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Study Finds College 'Freshman 15' More Like Freshman 2 to 3


“The ‘freshman 15’ is a media myth."

By now, this year's freshman undergraduate students are well indoctrinated into college culture. But has all the stress, abundant cafeteria food and/or obscene consumption of high-sodium Ramen noodles helped them pack on the notorious freshman 15?

A new nationwide study says no. It finds the freshman 15 -- the long-referenced amount of weight a young co-ed can expect to put on during his or her freshman year -- is just a myth. Additionally, the study found that whether or not you go to college had little affect on fresh-out-of-high-school weight gain.

According to the Ohio State University news release, the average freshman only gains between two and three pounds. And compared to peers not attending college, the weight gain difference is only a half a pound.

“The ‘freshman 15’ is a media myth,” said Jay Zagorsky, co-author of the study and research scientist at Ohio State University’s Center for Human Resource Research, in the press release.

But college students, and those entering adulthood in general, are not out of the water. Zagorsky says the real weight gain happens as youth progress into adulthood. Steady weight gain during college years was recorded but even four years of total weight gain amounted to less than 15 pounds. On average, men gained 12 to 13 pounds while women gained seven to nine.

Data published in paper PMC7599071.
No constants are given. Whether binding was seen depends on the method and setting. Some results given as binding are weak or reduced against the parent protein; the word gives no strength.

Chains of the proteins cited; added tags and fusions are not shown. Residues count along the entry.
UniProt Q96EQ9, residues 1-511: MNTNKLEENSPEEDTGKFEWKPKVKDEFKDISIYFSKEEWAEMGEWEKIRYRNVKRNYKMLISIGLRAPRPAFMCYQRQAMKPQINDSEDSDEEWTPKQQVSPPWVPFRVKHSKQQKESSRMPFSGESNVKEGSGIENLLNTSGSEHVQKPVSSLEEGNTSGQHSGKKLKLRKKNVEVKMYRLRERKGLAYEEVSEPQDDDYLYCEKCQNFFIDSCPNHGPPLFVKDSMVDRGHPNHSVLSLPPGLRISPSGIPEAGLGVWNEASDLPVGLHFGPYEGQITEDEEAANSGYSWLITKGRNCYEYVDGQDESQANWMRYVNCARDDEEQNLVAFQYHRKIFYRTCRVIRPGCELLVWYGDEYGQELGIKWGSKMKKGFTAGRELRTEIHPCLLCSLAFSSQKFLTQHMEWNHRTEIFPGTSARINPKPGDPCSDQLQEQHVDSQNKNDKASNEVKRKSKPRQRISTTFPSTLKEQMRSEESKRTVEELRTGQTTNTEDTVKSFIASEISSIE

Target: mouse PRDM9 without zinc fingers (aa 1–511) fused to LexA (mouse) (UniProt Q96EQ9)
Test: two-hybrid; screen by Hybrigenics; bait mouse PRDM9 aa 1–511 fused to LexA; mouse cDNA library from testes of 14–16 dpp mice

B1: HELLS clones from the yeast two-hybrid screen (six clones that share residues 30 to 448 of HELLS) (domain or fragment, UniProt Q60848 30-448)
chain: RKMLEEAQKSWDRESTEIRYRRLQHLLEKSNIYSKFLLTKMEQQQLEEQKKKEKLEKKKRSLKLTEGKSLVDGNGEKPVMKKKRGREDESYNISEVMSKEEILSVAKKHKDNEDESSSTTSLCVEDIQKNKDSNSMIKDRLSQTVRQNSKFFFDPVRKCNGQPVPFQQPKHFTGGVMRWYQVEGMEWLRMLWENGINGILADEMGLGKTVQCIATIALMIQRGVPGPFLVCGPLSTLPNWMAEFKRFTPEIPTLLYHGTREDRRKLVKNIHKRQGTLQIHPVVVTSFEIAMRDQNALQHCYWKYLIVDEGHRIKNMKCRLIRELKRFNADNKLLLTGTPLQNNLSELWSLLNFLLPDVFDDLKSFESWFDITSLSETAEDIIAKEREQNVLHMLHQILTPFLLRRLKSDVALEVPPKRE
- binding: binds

“College students don’t face an elevated risk of obesity because they gain a large amount of weight during their freshman year,” Zagorsky said.

“Instead, they have moderate but steady weight gain throughout early adulthood.  Anyone who gains 1.5 pounds every year will become obese over time, no matter their initial weight.”

Heaving drinking and working in addition to going to college were reported as having a stronger correlation to weight gain compared to other factors such as living in a dorm or not.

The research of 7,418 young people -- data for which came from the National Longitudinal Survey of Youth that interviewed people between 13 and 17 each year from 1997 onward -- revealed that a fourth of students actually lost weight after entering college.

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